It is not true that all garlic is the same: apart from the countless varieties, what makes the difference is the cultivation method. In this situation, the use of pesticides assumes a decisive role, able to increase the quantities produced in a short time, but responsible for a clear decrease in quality.
We at Azienda Sabina respect the rhythms of nature. In the next few lines, we will help you to distinguish conventional from organic garlic, to allow you to bring safe and wholesome food to the table, without sacrificing taste.
Garlic, the importance of habitat for an optimal result
While in conventional cultivation systems techniques, methods and products are adopted that modify the original environment, in organic agriculture it is essential to fully respect its characteristics. For this reason, we prefer cultivation in the open field.
In fact, organic garlic does not grow in just any soil, as it fears water stagnation. It needs a draining, slightly acidic soil (with pH between 6.0 and 7.0) and with a soft consistency, to avoid rotting and premature deterioration of the bulbs.
At the time of sowing, the cloves (ie the cloves) must be perfectly dry. We use only those of the external part of the head, taking care to eliminate the skin and not to damage the pulp with the nails.
For fertilization we use only natural fertilizers, such as bovine manure, while watering is reduced to a minimum: in general, rain water is enough to ensure adequate hydration.
Why do we avoid pesticides?
We at the Sabina Company do not use chemicals in the cultivation of garlic. Our mission is not to focus on increasing quantities, but to offer you quality food from the point of view of taste and yield in the kitchen, without sacrificing safety.
The goal of our business is to have you bring to the table what we would use ourselves at home, also to safeguard the people who live with us. In fact, we are very keen to rediscover the genuine flavors of the past.
Conventional and organic garlic, differences from a nutritional point of view
Having not received chemical treatments, the organic product retains all the organoleptic and nutritional properties. Organic garlic provides 149 Kcal per 100 g net of waste and contains:
- 33 g of carbohydrates (of which 2 g of dietary fiber)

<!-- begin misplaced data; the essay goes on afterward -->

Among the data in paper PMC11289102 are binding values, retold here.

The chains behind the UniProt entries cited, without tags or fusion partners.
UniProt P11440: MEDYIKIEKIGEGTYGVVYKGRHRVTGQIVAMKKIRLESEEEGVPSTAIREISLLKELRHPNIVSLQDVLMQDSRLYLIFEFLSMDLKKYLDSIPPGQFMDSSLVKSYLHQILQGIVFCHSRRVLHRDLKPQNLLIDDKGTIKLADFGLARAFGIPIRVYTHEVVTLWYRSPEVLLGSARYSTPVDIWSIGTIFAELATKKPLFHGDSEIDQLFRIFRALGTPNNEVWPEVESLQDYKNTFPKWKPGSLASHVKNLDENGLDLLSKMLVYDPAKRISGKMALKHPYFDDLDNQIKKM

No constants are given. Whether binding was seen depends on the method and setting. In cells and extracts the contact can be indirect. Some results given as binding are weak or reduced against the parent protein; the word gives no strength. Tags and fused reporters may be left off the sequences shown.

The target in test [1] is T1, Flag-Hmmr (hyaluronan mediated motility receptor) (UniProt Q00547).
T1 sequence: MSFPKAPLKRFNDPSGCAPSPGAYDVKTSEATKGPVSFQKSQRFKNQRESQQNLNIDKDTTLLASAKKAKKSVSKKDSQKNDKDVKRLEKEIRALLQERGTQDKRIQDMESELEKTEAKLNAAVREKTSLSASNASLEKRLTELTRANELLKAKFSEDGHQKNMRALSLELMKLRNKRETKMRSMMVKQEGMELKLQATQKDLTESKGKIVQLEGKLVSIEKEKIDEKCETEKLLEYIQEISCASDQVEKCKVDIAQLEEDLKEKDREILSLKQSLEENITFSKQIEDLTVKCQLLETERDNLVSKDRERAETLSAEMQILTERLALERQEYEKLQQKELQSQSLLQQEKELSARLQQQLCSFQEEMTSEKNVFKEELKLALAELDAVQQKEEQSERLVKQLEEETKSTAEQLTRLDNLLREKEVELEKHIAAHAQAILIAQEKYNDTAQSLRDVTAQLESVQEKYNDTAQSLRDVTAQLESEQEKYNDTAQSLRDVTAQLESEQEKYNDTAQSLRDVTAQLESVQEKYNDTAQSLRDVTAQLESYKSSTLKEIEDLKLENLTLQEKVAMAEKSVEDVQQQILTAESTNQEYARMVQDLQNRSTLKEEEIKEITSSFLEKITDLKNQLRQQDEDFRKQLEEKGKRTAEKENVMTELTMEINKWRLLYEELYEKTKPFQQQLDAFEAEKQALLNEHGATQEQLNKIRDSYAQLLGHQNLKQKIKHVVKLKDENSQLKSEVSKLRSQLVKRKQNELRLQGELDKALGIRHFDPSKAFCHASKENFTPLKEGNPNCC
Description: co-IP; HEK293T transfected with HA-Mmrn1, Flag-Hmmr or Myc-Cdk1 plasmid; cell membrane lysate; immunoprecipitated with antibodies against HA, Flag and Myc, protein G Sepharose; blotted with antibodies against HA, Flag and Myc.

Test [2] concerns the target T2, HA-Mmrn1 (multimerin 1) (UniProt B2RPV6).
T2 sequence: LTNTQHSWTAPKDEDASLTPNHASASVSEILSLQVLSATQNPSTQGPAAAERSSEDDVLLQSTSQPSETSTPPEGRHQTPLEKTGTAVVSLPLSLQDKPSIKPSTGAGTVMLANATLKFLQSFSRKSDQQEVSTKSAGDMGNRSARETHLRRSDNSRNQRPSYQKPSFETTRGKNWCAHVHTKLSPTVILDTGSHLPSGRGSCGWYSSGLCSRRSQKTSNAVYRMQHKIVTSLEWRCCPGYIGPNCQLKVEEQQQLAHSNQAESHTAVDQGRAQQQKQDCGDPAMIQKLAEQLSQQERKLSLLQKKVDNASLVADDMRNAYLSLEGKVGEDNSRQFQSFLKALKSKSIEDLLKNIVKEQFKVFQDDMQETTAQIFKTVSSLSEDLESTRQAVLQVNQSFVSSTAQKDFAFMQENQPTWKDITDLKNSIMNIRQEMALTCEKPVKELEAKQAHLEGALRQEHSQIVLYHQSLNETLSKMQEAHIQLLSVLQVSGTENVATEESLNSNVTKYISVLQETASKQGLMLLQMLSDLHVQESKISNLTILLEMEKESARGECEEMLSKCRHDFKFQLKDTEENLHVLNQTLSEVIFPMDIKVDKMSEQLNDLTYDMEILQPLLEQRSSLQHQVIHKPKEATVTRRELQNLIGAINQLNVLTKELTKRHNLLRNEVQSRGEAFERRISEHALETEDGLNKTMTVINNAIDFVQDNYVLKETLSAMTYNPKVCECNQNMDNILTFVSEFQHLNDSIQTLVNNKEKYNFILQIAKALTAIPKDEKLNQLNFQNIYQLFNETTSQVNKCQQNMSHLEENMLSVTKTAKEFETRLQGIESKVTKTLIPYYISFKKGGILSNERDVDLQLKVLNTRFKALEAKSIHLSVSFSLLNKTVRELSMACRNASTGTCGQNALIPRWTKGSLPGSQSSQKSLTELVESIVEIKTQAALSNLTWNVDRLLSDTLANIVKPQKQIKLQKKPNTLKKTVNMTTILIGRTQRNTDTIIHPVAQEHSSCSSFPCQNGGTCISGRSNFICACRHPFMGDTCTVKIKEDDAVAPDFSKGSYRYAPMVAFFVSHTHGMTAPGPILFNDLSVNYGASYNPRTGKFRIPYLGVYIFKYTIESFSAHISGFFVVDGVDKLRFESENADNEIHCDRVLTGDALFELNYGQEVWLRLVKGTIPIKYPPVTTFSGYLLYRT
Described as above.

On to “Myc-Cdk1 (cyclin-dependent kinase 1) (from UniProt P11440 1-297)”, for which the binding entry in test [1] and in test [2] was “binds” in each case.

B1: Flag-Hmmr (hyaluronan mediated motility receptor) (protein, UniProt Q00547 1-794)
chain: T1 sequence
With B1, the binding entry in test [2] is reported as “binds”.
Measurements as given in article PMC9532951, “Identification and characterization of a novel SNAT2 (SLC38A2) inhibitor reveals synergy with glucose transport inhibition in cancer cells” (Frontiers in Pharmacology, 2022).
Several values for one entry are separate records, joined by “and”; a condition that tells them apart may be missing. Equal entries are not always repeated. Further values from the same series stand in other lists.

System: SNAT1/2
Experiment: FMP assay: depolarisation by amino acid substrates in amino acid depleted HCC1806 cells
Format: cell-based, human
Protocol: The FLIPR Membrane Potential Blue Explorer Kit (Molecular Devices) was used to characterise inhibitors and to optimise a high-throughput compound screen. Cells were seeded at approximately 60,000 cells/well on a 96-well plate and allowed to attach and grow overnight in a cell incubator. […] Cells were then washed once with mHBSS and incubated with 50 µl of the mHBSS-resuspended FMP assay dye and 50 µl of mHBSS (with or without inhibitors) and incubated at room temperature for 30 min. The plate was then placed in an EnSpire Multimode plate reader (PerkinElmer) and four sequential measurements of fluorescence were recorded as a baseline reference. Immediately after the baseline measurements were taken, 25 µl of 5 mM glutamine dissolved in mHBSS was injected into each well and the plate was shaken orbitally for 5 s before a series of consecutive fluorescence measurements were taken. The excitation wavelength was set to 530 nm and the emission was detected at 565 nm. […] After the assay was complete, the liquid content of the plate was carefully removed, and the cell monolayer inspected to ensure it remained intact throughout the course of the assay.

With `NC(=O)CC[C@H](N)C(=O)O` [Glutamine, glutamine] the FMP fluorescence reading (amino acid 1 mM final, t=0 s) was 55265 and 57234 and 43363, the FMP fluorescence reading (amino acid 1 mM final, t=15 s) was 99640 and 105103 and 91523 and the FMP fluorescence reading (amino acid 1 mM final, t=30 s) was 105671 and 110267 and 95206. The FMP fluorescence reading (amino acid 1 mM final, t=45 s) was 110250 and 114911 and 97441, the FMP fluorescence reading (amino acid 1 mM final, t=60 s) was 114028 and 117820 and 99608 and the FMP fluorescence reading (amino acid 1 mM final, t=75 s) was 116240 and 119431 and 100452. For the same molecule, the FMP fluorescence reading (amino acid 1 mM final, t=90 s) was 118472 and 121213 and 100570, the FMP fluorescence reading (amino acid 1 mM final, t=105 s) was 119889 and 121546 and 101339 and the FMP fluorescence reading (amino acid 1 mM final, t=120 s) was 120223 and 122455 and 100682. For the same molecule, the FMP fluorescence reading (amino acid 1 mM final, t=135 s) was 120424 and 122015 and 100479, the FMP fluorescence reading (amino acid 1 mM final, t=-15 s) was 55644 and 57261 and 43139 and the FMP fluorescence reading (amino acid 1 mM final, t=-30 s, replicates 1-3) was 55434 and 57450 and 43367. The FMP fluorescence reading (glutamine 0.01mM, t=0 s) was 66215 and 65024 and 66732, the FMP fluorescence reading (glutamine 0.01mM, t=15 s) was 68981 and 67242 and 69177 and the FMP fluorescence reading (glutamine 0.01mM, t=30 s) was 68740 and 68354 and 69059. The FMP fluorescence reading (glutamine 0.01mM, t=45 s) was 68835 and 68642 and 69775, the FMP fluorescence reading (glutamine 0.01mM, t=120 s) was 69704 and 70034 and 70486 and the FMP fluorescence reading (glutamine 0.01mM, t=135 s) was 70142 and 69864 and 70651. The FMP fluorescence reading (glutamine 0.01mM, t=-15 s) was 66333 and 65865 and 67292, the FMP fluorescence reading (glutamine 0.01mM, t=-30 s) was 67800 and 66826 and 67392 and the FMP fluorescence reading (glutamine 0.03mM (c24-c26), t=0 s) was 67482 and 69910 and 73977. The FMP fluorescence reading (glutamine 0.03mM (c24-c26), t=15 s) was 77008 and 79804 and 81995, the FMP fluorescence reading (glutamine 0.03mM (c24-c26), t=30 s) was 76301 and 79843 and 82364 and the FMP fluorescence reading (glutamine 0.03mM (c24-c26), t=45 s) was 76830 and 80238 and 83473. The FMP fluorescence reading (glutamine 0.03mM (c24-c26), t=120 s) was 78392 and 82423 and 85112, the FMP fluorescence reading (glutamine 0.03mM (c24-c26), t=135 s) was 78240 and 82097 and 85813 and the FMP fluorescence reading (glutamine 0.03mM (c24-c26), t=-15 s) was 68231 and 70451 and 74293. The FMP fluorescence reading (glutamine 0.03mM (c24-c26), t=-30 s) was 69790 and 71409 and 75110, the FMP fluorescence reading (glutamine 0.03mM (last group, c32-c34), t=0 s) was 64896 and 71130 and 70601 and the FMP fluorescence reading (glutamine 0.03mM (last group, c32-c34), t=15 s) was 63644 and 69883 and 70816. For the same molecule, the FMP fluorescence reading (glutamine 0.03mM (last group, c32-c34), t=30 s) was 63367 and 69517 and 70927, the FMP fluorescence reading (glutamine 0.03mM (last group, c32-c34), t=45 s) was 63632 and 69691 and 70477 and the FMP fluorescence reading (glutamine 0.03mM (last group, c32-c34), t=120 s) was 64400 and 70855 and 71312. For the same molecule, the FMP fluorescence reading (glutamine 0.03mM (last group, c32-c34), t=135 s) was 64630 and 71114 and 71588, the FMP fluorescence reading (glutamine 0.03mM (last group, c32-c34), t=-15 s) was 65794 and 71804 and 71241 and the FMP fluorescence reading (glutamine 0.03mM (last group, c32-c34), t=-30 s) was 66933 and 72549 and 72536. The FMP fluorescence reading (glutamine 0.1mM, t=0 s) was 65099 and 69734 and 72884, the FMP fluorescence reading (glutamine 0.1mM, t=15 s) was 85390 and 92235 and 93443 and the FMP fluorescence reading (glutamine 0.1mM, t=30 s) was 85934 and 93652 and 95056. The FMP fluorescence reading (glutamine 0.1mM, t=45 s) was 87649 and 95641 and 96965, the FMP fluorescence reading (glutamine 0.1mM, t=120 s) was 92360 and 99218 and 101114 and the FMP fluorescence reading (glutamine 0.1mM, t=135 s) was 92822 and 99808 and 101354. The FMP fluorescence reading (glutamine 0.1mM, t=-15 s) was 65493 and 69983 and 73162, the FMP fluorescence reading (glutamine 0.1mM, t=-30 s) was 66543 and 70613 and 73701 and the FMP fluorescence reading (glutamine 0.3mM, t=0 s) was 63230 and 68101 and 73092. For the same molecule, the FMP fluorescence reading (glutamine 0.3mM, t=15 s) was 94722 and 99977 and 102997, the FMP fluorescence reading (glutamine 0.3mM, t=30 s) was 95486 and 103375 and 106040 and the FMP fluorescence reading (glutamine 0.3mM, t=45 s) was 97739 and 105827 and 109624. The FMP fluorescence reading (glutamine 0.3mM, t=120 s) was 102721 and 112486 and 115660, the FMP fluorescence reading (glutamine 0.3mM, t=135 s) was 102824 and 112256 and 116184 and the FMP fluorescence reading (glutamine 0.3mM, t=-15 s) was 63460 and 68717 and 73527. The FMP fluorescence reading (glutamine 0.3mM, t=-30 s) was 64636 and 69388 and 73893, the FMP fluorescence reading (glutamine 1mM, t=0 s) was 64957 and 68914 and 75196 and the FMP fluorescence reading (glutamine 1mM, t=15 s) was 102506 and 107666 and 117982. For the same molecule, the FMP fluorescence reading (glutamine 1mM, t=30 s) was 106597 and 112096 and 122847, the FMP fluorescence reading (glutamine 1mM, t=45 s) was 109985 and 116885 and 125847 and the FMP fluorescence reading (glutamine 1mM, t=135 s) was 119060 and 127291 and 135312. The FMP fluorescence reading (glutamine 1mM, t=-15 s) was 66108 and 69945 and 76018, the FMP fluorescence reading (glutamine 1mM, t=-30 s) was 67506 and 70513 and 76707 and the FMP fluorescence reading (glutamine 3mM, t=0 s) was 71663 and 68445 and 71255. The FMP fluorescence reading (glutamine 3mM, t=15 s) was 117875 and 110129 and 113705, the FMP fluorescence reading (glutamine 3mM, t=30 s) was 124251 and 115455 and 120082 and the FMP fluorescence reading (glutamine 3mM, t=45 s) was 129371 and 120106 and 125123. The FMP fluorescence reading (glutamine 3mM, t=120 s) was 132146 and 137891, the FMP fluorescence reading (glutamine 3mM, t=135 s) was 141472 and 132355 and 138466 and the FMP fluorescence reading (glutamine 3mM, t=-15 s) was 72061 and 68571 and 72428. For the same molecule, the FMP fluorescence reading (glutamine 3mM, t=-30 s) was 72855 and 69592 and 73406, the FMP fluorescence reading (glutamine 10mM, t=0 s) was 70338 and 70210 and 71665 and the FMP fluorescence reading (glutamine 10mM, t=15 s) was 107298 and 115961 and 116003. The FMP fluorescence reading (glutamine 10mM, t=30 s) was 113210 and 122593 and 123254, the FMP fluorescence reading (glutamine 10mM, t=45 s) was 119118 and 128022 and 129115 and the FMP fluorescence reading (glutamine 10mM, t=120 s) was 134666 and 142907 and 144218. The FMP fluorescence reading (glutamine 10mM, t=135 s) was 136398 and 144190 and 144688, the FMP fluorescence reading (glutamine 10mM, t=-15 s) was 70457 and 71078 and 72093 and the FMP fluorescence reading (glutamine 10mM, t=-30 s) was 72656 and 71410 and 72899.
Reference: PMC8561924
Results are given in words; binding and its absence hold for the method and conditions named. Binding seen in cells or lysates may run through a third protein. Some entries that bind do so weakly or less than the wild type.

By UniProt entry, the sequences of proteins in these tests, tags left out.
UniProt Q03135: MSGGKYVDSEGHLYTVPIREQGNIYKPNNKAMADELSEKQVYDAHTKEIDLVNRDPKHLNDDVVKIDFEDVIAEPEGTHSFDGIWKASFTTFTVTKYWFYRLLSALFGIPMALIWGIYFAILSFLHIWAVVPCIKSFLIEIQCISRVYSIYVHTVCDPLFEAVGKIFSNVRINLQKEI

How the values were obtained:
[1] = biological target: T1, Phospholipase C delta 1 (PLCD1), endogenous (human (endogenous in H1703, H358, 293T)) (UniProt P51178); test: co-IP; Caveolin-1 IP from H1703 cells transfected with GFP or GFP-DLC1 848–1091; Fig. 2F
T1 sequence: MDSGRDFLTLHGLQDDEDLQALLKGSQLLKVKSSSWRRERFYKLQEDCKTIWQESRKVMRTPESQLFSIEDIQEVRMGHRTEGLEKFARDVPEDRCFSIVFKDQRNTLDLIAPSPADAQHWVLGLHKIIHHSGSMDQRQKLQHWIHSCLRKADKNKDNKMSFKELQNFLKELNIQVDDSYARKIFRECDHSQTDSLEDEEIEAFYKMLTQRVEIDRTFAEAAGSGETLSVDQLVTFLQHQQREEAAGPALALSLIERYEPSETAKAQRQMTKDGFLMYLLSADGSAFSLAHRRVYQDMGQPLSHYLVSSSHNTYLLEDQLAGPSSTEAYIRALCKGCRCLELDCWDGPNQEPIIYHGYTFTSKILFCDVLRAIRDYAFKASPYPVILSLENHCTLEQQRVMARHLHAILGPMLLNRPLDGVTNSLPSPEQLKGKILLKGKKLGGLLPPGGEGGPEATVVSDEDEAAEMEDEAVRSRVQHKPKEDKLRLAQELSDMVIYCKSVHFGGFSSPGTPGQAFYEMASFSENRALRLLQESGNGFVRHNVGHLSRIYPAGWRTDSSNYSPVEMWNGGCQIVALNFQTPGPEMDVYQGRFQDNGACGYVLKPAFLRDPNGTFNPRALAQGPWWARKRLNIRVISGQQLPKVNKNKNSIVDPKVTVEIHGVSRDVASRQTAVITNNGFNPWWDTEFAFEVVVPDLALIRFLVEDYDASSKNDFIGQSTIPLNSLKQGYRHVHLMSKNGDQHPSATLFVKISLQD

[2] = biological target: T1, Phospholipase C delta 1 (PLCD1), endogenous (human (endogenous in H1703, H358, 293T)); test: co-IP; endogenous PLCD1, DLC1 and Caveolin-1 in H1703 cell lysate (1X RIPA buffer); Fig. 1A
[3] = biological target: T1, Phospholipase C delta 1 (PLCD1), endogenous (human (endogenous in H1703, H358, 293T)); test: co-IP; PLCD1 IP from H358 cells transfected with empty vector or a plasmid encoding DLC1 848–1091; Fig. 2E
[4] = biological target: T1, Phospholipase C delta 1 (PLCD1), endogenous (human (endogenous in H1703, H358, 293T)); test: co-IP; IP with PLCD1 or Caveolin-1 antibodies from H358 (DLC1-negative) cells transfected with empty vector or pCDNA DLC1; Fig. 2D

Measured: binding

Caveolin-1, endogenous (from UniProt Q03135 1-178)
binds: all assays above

- 6 g of protein
- less than 1 g of fat.
It boasts good concentrations of vitamins B1, B6 and ascorbic acid (vitamin C), essential for the absorption of non-emic iron and the prevention of flu diseases.
Allicin, a real cure-all
In truth, the real strength of organic garlic is a much higher content of allicin, compared to the variety coming from standard farming methods. This active ingredient, at the base of its characteristic odor, has an effective action against various ailments:
- high cholesterol and triglycerides
- formation of atherosclerotic plaques
- heart diseases
- high blood viscosity
- increase in blood pressure parameters
- risk of stroke, heart attack, ischemia.
To get the best out of this food, we advise you to eat it raw, preferably broken by hand. Direct contact with heat, knife blades and blenders can reduce the effectiveness of the active substances present in the wedges.
How to make organic garlic even more digestible?
The differences between organic and conventional product also extend to individual tolerability. The first is safer than the second, therefore it does not require rinsing under running water or thorough cleaning operations, other than the usual removal of the skin.
Furthermore, according to many consumers, organic garlic tends to cause less digestive upset than standard garlic. To increase its digestibility when raw, remember to remove the internal sprout (the soul) before consumption.
Alternatively, you can infuse it in hot water for a few minutes (a method particularly suitable for the preparation of fillings and fillings), but it will lose some of its nutritional values.
Conventional and organic garlic in the kitchen
We conclude with some considerations on the yield of the two products in the kitchen. The flavor and aroma of organic garlic are decidedly more persistent than that grown in the traditional way, but they are never unpleasant or pungent. This is true both for use in cooking and raw.
You can use it in many ways: to flavor sauces, fresh and canned vegetables, baked potatoes, Genoese pesto and fish dishes. Together with herbs and spices, they become a must have in marinades for meats, whether they are white, red or black.
Rubbing a few slices on slices of toasted bread will give an edge to croutons and bruschetta, with or without tomatoes. Finally, do not forget the possibility of adding it to an excellent extra-virgin olive oil, better if purchased from local producers: you will get a flavourful dressing for all your dishes.